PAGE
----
Home' Rhythms Magazine : 2016 Jan-Feb Contents Cedric Burnside Project is the
Mississippi blues duo of drummer
Cedric Burnside, who is the
grandson of the late great RL
Burnside, and guitarist Trenton Ayers. The
duo will now be heading to Australia in 2016
to play some major festivals and also an
intimate club date in Perth.
Leader and drummer Cedric Burnside, who
now also plays some guitar, is no stranger to
our shores as he has toured in the past with
his grandfather, whom he refers to fondly
throughout this interview as ‘Big Daddy’, and
also with Lightnin’ Malcolm.
“Yeah, so I am looking forward to coming
back,” Burnside says down the line from
home in the US where he has just celebrated
Thanksgiving with his family.
“Believe it or not, Australia is one of my
favourite places in the world to come and
play,” the drummer, who first toured with
his grandfather at age 13, laughs. “I love
the beautiful scenery – Byron Bay is such a
beautiful spot – and I love Melbourne and
Cedric Burnside Project has been in existence
for a number of years and has released three
albums, The Way I Am, Hear Me When I Say
and this year ’s Descendants Of Hill Country.
“And Trent and I have been workin’ together
now for about five years,” Burnside says.
“Before that I had Jesse Hiatt with me, but
I knew Trent’s father, Joe Ayers, who was
one of the original bass players with Junior
“And I knew Joe because he and my Big
Daddy were real good friends and he used
to come over to the house parties,” he
continues. “And he’d bring Trent – that’s how
I first met him – and we’d sit around jammin’
and drinkin’ some moonshine and havin’
The now 37-year-old Burnside still has fond
memories of the many house parties that RL
Burnside used to host.
“I would have only been seven or eight at
the time – just a kid, y’know – and we didn’t
have no radio at the time so our music was
Big Daddy, my father and my uncles and lots
of others jammin’ on the front porch. And all
the neighbours would come around as well
as musicians Big Daddy knew from Memphis
“And from that time I knew the instrument I
wanted to play,” says the drummer who has
won four consecutive trophies in The Blues
Awards which were formerly known as the
WC Handy Awards.
“And when my Big Daddy and the other
musicians would take a break to go off and
drink a little moonshine, I was always the
first kid to get up the courage to jump up
and take over the drums. I just loved it so
much and it didn’t matter if I couldn’t play
’em no good or not.”
Descendants Of Hill Country is available through
the Cedric Burnside Project.
Cedric Burnside Project play Girrakool Blues
Festival March 5, Perth Blues Club March 8,
WOMADelaide March 11 and Port Fairy Folk
Festival on March 12 & 13.
In recent times, however, Burnside, who has often sat in with an array of
other artists over the years including Widespread Panic and Jon Spencer
Blues Explosion, has also learned to play guitar.
“I’d always liked the guitar, very much so, but one of the reasons I started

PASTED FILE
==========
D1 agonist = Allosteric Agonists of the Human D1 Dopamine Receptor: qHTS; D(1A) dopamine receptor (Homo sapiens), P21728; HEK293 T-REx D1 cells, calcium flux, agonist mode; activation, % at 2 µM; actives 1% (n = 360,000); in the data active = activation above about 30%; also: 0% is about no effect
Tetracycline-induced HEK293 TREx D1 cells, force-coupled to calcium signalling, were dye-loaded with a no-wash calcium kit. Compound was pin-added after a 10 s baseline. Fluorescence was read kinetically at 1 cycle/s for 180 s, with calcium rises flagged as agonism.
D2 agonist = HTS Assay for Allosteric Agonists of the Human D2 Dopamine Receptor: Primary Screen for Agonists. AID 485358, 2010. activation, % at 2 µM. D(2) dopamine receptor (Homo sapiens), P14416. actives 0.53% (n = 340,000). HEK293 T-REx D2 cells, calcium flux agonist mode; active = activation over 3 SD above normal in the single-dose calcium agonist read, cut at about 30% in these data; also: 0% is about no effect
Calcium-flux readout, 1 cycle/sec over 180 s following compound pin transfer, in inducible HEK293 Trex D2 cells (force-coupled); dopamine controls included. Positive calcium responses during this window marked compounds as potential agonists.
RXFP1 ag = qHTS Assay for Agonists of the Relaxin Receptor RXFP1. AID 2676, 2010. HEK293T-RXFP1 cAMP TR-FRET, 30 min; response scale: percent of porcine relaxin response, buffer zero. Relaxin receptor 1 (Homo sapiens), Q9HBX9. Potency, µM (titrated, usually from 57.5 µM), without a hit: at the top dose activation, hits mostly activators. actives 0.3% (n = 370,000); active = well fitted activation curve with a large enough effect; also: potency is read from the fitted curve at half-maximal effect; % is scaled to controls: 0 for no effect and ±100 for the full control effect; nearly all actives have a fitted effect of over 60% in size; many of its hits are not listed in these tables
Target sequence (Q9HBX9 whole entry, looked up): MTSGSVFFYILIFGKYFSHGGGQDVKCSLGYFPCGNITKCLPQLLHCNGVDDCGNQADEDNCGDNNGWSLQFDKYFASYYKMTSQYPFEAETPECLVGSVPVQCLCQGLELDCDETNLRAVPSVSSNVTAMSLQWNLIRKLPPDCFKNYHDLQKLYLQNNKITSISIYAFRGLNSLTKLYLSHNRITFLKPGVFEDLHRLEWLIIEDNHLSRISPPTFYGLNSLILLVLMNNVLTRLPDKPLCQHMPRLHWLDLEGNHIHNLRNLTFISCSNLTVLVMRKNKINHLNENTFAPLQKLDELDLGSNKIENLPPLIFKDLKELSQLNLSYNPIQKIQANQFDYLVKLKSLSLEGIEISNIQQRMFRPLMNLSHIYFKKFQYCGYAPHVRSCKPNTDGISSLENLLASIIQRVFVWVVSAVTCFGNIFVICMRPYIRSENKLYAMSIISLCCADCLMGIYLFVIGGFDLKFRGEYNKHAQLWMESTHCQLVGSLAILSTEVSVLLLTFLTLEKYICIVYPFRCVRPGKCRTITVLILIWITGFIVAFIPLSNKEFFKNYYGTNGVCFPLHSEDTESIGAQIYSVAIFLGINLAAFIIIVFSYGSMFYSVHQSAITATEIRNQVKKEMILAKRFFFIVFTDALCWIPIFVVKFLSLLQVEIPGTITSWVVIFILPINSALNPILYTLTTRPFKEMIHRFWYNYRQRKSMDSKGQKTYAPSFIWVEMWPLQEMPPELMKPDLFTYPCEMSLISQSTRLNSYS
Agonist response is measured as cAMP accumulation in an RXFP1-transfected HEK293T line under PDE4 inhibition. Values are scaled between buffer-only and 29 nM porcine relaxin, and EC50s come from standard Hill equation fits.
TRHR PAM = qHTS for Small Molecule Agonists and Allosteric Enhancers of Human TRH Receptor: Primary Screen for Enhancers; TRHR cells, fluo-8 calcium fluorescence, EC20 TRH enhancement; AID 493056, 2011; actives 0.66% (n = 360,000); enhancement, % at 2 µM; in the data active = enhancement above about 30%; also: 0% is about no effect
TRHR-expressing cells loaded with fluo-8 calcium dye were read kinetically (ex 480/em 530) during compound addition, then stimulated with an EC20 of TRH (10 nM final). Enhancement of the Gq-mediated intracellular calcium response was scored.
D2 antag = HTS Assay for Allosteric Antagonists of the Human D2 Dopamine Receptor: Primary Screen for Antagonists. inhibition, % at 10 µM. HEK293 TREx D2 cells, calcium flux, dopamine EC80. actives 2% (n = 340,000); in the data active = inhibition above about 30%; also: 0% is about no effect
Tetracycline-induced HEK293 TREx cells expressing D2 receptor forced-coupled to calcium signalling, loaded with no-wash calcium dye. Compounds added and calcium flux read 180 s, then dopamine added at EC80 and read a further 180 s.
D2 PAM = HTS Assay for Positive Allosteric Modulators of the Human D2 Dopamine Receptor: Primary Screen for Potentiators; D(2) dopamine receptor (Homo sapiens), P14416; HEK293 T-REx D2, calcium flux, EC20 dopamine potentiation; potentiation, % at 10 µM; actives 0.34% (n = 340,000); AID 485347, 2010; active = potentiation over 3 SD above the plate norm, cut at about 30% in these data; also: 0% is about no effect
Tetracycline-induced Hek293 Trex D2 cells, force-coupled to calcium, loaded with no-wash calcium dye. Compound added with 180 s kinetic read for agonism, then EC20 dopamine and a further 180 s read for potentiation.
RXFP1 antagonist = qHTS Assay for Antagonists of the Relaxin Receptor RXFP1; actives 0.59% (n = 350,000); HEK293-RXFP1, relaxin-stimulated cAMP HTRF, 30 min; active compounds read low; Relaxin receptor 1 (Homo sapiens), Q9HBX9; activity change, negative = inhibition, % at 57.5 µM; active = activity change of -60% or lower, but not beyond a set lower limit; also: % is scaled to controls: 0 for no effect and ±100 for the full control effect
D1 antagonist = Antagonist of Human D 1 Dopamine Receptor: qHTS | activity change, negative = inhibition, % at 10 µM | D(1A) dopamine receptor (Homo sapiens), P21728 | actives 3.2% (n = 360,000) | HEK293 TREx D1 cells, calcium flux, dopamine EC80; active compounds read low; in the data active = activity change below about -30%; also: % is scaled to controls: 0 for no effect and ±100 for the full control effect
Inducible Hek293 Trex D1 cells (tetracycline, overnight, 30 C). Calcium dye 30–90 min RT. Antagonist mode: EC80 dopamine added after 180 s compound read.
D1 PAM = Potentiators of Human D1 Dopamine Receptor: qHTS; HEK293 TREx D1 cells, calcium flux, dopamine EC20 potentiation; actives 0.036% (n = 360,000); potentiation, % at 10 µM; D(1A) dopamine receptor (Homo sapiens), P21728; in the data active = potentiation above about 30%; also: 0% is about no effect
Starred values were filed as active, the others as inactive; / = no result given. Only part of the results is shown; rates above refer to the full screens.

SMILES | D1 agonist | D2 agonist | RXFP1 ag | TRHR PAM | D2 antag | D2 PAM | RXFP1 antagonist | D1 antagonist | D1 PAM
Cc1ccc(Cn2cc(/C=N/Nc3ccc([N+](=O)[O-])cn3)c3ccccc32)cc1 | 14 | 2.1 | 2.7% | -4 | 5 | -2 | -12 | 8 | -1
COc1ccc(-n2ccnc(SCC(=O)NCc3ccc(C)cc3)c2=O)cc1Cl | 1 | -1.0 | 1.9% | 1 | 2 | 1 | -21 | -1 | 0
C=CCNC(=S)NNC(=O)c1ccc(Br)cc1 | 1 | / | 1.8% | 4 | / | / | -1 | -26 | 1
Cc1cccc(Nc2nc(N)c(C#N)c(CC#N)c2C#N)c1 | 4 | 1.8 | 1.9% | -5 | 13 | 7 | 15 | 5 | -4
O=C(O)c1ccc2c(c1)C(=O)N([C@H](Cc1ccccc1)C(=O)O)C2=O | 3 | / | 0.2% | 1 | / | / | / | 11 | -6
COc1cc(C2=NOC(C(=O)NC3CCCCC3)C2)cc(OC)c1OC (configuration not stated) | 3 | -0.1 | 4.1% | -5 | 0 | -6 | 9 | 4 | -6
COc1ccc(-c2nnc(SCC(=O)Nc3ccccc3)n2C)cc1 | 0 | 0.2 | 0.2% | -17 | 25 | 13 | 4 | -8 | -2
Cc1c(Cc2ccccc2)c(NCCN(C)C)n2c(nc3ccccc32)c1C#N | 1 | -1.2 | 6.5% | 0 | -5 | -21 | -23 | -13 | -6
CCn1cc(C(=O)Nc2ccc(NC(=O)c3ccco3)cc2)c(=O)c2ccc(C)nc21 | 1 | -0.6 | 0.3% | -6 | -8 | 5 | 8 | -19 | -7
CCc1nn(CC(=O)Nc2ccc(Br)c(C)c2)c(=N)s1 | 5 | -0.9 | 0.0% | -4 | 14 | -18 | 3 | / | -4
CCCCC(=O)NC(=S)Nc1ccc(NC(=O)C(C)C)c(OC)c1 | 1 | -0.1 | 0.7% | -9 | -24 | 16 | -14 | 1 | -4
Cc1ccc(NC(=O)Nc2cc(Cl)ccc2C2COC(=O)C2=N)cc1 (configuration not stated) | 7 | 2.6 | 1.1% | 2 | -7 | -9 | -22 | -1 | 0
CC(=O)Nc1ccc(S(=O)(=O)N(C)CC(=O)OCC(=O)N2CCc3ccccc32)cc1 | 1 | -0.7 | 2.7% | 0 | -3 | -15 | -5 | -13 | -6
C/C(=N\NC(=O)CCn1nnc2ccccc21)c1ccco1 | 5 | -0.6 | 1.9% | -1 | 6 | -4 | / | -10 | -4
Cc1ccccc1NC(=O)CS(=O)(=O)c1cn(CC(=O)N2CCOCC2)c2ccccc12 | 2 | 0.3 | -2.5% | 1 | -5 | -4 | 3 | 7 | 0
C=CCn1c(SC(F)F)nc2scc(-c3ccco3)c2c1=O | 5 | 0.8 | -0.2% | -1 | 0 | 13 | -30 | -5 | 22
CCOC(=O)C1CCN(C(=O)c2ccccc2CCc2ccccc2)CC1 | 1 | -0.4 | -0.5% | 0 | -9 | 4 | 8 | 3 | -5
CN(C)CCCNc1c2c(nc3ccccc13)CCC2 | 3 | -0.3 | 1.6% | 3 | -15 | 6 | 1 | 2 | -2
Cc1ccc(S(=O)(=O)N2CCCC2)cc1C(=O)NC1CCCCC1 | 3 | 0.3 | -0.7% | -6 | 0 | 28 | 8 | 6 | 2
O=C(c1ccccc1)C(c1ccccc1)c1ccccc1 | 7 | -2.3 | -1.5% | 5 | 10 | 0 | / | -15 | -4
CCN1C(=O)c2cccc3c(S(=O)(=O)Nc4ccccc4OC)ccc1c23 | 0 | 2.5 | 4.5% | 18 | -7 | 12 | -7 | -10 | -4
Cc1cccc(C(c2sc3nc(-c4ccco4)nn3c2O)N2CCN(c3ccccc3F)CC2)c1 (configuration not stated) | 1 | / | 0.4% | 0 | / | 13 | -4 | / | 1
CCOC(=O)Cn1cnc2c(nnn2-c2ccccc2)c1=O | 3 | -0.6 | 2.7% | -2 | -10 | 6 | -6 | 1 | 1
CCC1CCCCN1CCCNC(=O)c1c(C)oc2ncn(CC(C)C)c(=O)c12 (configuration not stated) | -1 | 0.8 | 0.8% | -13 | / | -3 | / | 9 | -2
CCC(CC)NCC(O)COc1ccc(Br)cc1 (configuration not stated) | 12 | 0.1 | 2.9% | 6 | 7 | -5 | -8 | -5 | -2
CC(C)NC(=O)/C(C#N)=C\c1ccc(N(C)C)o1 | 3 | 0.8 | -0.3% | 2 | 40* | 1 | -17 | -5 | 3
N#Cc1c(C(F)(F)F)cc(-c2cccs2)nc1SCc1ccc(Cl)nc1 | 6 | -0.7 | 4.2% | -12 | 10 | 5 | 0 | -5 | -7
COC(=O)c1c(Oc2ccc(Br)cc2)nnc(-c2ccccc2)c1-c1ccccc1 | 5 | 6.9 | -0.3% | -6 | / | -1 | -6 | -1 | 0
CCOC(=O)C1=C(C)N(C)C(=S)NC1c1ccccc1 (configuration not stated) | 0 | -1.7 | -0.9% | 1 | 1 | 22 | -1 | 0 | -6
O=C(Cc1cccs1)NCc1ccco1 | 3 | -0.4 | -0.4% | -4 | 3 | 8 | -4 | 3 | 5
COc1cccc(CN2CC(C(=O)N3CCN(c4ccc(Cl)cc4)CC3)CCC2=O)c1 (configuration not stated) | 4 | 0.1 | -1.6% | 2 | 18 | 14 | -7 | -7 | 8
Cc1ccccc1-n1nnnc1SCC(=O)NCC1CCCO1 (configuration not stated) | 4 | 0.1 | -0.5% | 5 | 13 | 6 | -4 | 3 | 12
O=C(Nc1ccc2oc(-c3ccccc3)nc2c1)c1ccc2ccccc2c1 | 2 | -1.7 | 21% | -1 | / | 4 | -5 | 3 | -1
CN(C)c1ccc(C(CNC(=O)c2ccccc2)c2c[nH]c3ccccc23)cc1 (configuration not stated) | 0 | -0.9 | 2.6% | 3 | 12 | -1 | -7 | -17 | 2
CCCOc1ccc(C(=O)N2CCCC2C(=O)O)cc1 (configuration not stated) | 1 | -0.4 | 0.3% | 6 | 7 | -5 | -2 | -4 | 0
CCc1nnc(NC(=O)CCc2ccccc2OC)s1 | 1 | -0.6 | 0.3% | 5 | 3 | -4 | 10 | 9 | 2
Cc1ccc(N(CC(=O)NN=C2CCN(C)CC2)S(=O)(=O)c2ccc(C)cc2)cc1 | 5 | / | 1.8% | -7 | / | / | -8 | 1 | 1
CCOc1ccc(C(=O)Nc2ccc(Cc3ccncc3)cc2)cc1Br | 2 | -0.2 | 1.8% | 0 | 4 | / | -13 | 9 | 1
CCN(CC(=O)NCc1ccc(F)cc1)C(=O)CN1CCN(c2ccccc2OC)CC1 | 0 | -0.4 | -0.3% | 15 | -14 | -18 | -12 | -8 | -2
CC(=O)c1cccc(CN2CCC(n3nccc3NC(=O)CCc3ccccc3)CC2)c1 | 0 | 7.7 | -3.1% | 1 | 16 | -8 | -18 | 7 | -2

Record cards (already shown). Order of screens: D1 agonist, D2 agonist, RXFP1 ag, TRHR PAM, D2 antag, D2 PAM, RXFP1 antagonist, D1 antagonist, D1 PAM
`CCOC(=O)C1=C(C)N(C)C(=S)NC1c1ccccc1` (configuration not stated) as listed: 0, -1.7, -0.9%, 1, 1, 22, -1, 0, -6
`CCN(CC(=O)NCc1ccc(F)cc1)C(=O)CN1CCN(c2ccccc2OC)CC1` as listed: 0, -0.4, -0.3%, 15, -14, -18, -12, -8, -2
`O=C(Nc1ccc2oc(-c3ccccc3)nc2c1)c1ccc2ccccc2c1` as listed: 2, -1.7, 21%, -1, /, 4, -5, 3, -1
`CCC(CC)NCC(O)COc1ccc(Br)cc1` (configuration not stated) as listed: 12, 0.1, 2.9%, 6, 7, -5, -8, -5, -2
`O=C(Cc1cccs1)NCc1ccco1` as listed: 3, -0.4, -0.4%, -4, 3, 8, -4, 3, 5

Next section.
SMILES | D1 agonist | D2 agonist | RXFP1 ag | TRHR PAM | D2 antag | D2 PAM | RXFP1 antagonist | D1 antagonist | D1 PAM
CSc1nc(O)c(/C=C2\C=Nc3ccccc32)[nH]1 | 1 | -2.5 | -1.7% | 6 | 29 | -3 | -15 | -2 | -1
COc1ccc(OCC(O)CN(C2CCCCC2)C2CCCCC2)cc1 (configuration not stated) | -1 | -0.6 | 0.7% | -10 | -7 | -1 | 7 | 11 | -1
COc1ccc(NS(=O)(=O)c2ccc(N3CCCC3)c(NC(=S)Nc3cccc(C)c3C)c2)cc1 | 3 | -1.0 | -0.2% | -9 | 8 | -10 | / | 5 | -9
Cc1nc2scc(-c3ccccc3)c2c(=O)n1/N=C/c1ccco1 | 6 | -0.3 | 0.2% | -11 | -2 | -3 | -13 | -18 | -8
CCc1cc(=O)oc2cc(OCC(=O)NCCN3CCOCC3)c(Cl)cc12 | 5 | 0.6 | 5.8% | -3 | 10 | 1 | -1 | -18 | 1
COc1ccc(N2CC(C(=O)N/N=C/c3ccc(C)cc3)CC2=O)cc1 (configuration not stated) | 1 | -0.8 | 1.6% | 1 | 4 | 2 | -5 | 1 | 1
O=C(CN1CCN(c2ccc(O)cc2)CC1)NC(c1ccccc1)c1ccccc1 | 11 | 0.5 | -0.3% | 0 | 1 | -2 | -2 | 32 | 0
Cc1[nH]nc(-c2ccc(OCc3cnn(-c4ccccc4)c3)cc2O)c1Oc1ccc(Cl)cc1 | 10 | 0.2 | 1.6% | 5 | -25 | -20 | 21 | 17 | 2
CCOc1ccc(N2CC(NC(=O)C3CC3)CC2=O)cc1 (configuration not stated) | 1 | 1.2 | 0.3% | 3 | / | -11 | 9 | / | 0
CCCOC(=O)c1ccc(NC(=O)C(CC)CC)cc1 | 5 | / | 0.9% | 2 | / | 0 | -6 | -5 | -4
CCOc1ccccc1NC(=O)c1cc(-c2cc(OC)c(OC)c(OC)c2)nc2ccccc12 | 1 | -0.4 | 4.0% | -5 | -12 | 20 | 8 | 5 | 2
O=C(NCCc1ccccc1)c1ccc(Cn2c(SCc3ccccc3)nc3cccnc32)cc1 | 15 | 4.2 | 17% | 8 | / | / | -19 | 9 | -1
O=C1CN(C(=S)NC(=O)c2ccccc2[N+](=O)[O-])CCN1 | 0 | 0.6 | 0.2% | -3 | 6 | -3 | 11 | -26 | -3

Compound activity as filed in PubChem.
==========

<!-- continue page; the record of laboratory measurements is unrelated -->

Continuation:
playin’ guitar was that I was writing songs,” he responds. “I was beginning
to write a lot but had to sound it out to people because I couldn’t show
them how it went on guitar.
“So I thought to myself, ‘Man, I gotta learn to play guitar so that I can show
people my music properly’,” Burnside continues. “And, because I have a
very musical family, everyone was able to show me a bit of somethin’. Garry
Burnside, my uncle, showed me some things and over those years I was
playin’ with Lightnin’ Malcolm, he’d always show me one or two things.
“But they didn’t have no time to sit me down and go over scales and things
like that with me,” he laughs. “So I’d just say, ‘Show me a few things’, and I
took if from there.”
Cedric Burnside Project, only just returned from an extensive European tour
when we spoke, will be hitting this country with a new album, Descendants
Of Hill Country, which was issued earlier this year.
“We did it all ourselves and it’s strictly real country blues,” Burnside
indicates. “It represents
us as we are now because
it’s raw and it’s the real
deal. And we did it with a
real good friend of mine,
Scott Bomar, who runs
“And we didn’t have
any guests on it as such
because it’s just me, Trent
and my uncle Garry. I
don’t consider my uncle
to be a guest because
he’s family. He’s been
around a long time.
“And we’re always workin’
on new material so I think
that in four or five months we’ll be back in the studio again,” the musician
Has the new album been released on vinyl?
“Ha, no, not yet,” Burnside laughs, “but a lot of people are askin’ so we are
going to look into that. We’ve just been talkin’ about it actually because
the fans all seem to want it. But I don’t even have a turntable myself at the
moment because it broke.”
Burnside’s brother, the late Cody Burnside, was a rapper which later led
the incorporation of some hip hop elements into the Mississippi blues
performed by the Cedric Burnside Project.
“And Cody and I got to do an album together before he passed,” Burnside
says. “So, yeah, there’s a bit of hip hop in what I do. And I do a lot of work
with friends who are involved in all kinds of music – y’know, some funk,
some rap and some R&B. I’ve dabbled in all of that.
“But my heart is with the blues,” he then laughs. “I’m a bluesman. And more
and more people are turning onto the blues in the US so it’s not ever going
to die. And that makes me very, very happy.”
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